Get my FREE training on How Stop Overwhelm and Exhaustion Value $150


Click to Schedule an Appointment




Best Naturopath in San Diego
Top Naturopaths in San Diego, CA
Dr. Emily Chan ND has been awarded as a top Naturopathy practice with some of San Diego's best Naturopaths. Verified by


Greetings from Laguna Beach California. This is Table Rock Beach, a quiet little cove off the pacific coast highway. Thank you for your wonderful notes and kind wishes for my move. Everything went very well.

I'd like to invite you to log in to this complementary webinar workshop on Sunday where I'll share with you how to calm your racing mind. I will also share with you my story behind this cross country move, and my personal transformational process. 

Watch this video!

I love teaching and sharing and would like to offer my time to help you with your stress and worry. There is a limited number of people the software can allow to attend. So be proactive and save your seat now.
Click Here to Register for this live complementary online workshop Sunday April 6th at 8:00pm EST. I will be giving you some life changing tips to help you get rid of those recurring thoughts so that your mind can be free to sleep better, have peace and happiness. You need to click on the link to register in order to get access to log in to this class on Sunday. 

I'm looking forward to having you!


How to Decrease Sugar Cravings

It's the holidays and we all want be healthy and keep the weight down. At the same time with all the holiday festivities, there's more sugar at parties and then candies/desserts brought home. So you want to stay away, but it seems very difficult to. Watch the video I made you! These are 3 strategies you can easily use that can help curb that sweet tooth.

There are two kinds of hunger: 1.Physiological hunger 2.Cravings. How does physiologic hunger work? The brain and stomach communicate via the vagus nerve (the nerve is like the wire of a tin can phone system, connecting the two phones). When you are truly hungry (low blood sugar, low nutrients), the hormone ghrelin is secreted and tells the hypothalamus in the brain to secrete an appetite inducing hormone. Then when you are full, leptin is secreted, telling your brain that you are satiated.

Cravings are much more complicated. But research shows that cravings are increased when serotonin levels are lower in the brain. Often times, serotonin levels drop with decrease in vitamin D levels. Natural vitamin D is obtained by sunlight, so in the winter, people feel more sugar cravings, low mood etc when it is typically darker. Serotonin is the brain chemical responsible for feeling happy, and some forms of depression are associated with low serotonin. Sugar, carbohydrates, and wheat can act as opiates and give temporary feelings of euphoria. This may be why people crave sugar more in the winter when they need a "pick me up".

Given this information, you can increase outdoor activity to get some vitamin D. You can also exercise to increase endorphins (which is a natural opiate produced by the body and beneficial). Use the sunlight and exercise to feel happy rather than sugar. Sugar tends to contribute to mood swings, weight gain and lowered immunity. So enjoy your holidays and you will be surprised at how much you enjoy them more when you commit to healthy habits.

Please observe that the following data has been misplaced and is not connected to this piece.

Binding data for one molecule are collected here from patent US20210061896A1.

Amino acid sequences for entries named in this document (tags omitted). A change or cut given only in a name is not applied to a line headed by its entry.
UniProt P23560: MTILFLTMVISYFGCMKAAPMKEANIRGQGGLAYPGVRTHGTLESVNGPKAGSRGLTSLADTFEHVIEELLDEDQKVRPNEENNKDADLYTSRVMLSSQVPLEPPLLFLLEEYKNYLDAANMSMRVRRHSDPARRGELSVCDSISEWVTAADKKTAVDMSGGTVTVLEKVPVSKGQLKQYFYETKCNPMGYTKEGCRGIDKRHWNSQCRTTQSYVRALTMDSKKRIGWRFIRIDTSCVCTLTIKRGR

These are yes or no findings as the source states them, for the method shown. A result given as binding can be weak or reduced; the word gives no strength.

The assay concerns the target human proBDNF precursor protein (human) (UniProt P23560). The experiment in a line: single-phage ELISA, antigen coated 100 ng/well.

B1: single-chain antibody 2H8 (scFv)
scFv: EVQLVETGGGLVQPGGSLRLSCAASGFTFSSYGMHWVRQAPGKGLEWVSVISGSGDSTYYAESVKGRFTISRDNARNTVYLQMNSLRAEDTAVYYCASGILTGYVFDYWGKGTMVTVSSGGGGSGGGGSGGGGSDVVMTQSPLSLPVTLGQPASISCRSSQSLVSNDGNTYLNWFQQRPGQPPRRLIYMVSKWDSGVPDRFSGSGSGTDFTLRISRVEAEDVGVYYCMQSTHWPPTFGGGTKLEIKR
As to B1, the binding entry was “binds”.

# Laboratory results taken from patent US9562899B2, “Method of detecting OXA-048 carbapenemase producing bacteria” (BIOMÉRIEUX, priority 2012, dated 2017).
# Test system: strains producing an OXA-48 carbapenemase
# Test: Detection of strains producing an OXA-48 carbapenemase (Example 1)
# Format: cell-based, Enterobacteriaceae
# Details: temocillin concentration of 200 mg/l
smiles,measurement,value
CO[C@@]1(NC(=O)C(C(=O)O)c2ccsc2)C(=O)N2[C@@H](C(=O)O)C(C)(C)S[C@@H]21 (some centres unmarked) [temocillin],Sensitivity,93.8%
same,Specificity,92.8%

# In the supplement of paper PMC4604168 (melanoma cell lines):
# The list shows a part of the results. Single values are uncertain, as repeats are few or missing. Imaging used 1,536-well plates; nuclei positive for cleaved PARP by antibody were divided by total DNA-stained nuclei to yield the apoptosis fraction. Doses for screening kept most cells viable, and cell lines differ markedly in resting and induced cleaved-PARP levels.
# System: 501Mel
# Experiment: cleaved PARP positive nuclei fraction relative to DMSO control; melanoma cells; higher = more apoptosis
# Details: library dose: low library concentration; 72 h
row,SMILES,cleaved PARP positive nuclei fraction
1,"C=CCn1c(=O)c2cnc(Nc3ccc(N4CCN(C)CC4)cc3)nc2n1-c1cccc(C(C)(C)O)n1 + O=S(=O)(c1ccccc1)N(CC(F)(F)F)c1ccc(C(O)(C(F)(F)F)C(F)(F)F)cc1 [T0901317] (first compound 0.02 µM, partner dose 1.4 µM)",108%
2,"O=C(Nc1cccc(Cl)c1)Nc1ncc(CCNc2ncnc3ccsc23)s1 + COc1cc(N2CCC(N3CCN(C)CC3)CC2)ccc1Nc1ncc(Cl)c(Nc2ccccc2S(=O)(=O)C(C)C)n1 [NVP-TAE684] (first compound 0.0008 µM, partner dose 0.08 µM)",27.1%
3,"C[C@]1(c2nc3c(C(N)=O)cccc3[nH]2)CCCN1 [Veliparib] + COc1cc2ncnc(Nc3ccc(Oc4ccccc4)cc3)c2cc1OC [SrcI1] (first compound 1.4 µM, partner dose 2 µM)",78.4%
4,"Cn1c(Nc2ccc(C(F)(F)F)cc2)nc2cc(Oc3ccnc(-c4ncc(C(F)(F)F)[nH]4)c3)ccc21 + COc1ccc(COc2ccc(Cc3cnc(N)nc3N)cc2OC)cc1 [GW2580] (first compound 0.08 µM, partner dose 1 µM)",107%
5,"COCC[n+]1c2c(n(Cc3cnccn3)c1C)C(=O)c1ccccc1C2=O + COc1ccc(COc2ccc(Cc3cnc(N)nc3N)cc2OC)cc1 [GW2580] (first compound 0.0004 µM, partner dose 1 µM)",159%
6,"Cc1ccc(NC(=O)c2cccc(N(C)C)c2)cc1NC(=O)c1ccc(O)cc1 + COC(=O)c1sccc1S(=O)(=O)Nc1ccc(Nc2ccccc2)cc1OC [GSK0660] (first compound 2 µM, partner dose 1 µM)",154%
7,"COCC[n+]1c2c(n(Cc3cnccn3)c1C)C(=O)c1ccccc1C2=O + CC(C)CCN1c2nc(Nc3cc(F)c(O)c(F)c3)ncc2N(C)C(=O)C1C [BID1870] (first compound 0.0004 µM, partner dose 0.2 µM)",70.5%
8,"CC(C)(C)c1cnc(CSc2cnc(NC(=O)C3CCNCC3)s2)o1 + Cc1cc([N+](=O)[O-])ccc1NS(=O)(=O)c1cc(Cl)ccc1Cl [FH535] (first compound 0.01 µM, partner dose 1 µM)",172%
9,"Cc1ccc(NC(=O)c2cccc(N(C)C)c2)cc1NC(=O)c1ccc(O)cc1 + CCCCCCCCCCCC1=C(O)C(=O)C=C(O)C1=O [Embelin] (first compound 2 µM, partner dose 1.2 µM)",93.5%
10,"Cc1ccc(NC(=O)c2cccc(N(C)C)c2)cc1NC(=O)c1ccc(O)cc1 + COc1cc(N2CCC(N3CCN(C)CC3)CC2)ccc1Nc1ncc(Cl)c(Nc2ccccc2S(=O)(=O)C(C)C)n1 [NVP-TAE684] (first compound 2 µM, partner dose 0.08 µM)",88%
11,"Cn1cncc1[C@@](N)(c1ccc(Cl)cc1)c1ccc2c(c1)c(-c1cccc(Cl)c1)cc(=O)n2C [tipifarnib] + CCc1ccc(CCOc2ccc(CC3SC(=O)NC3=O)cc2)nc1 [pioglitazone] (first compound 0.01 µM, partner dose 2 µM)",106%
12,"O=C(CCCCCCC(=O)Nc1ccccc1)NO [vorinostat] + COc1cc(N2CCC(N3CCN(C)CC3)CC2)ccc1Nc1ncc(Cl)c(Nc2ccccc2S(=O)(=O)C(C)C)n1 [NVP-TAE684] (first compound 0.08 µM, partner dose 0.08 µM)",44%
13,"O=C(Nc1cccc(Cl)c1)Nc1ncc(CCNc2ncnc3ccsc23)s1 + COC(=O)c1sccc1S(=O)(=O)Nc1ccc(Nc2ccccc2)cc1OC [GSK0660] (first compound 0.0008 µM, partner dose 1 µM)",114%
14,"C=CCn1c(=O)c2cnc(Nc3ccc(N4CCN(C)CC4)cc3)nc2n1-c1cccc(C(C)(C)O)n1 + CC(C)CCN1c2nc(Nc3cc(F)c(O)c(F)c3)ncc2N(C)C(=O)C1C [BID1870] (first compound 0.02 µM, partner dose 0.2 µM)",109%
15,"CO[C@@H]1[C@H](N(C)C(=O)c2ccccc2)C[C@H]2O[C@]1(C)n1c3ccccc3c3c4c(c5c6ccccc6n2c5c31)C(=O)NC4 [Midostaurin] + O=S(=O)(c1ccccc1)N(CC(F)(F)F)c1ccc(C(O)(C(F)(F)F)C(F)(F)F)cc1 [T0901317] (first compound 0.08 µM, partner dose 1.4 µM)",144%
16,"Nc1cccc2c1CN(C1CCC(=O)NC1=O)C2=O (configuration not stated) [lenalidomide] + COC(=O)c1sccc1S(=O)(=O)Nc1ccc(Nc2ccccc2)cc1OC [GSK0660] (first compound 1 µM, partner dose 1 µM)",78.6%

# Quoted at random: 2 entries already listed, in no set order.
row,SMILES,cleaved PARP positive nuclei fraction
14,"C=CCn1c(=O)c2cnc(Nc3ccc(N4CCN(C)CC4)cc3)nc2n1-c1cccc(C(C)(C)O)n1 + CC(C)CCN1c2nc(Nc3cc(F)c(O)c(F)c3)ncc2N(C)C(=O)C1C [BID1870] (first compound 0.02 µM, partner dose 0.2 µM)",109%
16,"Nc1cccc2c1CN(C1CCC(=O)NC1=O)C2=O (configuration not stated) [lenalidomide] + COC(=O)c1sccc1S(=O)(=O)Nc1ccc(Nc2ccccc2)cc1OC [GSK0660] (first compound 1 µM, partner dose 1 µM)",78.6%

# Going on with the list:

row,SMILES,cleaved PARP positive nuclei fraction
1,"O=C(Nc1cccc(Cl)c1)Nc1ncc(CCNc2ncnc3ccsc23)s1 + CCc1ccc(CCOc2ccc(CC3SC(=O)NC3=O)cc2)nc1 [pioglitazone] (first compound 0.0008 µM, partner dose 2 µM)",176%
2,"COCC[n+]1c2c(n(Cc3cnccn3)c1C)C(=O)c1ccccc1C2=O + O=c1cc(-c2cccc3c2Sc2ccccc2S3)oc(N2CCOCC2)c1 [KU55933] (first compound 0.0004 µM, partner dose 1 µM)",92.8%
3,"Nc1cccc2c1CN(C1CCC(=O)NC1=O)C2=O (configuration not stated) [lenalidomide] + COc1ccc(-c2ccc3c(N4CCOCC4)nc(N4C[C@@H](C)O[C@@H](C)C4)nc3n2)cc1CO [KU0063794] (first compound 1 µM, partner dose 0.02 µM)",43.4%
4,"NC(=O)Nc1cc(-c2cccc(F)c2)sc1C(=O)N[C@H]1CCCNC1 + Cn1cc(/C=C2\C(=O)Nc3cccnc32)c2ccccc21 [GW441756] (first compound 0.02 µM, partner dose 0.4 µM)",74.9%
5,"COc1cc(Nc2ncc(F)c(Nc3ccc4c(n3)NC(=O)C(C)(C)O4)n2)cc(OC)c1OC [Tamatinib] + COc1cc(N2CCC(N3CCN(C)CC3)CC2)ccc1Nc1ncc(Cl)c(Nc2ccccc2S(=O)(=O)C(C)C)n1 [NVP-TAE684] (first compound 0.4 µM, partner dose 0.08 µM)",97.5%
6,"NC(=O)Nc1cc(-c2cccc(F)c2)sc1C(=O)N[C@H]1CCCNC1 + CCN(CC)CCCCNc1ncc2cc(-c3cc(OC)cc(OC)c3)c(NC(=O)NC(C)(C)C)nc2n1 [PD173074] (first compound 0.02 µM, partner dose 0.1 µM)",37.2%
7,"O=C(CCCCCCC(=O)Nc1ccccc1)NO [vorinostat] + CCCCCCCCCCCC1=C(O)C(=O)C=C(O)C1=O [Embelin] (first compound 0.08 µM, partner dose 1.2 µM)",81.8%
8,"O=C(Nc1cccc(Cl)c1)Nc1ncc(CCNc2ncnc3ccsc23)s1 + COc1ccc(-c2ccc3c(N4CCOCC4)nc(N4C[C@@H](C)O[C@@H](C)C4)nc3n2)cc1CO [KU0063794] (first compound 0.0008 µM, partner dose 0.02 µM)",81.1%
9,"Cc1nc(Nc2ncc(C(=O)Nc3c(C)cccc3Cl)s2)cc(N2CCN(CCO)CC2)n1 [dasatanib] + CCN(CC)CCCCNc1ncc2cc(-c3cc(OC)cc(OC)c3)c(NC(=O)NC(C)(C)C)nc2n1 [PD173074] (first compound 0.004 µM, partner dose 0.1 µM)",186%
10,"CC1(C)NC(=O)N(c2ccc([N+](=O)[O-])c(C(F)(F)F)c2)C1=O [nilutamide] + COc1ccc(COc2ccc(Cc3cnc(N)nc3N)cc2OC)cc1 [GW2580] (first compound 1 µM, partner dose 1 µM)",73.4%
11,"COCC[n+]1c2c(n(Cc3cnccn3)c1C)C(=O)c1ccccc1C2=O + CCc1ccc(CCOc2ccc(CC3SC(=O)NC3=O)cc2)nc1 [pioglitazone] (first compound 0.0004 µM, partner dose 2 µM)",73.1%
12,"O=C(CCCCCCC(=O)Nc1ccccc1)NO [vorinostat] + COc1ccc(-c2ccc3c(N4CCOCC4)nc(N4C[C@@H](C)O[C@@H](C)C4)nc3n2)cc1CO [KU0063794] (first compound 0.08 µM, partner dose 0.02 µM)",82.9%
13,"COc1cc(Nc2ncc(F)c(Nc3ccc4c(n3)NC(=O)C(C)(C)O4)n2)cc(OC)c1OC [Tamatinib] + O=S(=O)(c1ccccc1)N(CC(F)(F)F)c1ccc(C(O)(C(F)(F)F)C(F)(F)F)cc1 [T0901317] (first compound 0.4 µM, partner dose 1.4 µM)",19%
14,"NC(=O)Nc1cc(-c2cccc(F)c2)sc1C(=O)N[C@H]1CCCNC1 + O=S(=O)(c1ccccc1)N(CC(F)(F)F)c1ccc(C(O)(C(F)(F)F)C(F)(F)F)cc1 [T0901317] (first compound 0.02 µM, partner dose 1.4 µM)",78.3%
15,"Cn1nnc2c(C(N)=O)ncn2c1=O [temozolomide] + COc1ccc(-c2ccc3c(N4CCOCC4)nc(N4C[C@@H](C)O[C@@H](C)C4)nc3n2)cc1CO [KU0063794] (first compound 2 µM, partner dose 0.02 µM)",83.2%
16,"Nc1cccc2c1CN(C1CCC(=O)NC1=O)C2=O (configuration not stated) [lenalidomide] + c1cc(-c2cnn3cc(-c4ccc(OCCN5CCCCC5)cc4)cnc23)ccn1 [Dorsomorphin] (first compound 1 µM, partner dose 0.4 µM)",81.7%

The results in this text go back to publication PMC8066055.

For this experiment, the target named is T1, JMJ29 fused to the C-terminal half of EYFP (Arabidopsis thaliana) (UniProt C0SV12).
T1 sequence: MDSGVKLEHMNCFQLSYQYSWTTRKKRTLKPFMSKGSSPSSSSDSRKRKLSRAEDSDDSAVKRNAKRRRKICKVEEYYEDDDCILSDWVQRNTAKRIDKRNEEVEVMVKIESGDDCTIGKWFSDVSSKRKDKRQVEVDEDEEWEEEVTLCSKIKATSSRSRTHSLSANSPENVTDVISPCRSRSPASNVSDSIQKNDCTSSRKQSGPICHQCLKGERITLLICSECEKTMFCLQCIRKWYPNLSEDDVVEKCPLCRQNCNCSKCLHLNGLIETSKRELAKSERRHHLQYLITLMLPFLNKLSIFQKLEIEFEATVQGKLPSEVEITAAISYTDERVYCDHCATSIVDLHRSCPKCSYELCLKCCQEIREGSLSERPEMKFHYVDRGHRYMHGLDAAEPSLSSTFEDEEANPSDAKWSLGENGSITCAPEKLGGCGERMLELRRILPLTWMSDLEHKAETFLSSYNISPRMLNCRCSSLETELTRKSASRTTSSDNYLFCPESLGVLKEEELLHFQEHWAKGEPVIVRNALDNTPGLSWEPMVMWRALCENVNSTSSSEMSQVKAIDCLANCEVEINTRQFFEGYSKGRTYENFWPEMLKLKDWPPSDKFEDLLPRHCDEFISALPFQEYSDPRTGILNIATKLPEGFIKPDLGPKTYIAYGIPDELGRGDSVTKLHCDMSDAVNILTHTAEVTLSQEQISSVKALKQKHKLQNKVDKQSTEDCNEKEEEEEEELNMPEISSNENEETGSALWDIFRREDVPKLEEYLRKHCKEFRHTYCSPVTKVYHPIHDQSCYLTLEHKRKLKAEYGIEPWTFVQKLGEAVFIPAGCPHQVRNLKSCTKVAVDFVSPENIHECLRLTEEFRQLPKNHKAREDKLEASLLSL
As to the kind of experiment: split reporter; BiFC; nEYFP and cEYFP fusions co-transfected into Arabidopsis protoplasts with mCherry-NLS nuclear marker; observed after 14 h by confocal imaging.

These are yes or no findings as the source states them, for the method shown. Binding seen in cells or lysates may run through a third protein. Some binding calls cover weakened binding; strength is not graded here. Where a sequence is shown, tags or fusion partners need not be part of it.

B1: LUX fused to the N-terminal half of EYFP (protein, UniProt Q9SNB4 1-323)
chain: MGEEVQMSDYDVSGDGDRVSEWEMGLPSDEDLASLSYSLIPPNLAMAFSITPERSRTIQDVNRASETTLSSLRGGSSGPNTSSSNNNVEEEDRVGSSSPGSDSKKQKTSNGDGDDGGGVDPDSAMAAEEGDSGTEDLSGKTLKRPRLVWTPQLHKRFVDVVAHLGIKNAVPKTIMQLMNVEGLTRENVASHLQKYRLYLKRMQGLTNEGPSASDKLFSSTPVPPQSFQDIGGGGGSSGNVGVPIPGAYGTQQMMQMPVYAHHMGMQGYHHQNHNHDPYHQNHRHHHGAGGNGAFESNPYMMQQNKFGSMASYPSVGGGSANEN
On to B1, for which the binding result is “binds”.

7 Good Things For Your Body During The Fall Season

I’m always curious if the different seasons play a role in how the body works, because I’ve often felt changes in my body during the changes of the seasons. At the change of seasons I’ve sometimes noticed an increased susceptible to catching a cold. And during the brighter months, I’ve noticed that I need 1 hour less sleep than the winter. The ancient Chinese texts shed some interesting light to topic. 

As the earth cycles through different seasons, our bodies cycle with it. There are organs systems that are more involved during various seasons, and the Lung phase corresponds with autumn. According to the 5 elements system of Chinese medicine, there are 5 elements that form a cycle. Fire (heart), Earth (spleen), Metal (lung), Water (kidney), Wood (liver). Photo Credit:

As you can see from the illustration, the earth element (spleen) precedes the lungs. In Chinese medicine, the energy from one element flows into the next. The spleen in Chinese medicine corresponds to the digestive tract, in the western anatomy. Therefore if the digestive system is weak there will be more dampness in the lungs during the fall time, which can mean an increase in allergies, asthma and colds. Besides the respiratory system, the lungs function to distribute qi (energy) to the skin, hair, and muscles. The skin layer in Chinese medicine is related to the wei qi or protective qi which helps prevent us from getting “invaded” by pathogens and getting sick. 

There are certain emotions related to each organ. When we talk about emotions, we consider the way it is expressed, repressed, the inability to experience the emotion and experiencing it inappropriately. The emotion of grief is associated with the lungs. If the lung qi is deficient, there is a tendency to remain in grief, which is associated with depression. On a side note, if the liver gallbladder system is imbalanced and there is suppressed anger and frustration especially towards self, this can also lead to depression. When grief is suppressed, it gets boggled inwards and causes the lungs to contract sometimes manifesting in physical symptoms of asthma or other respiratory infections.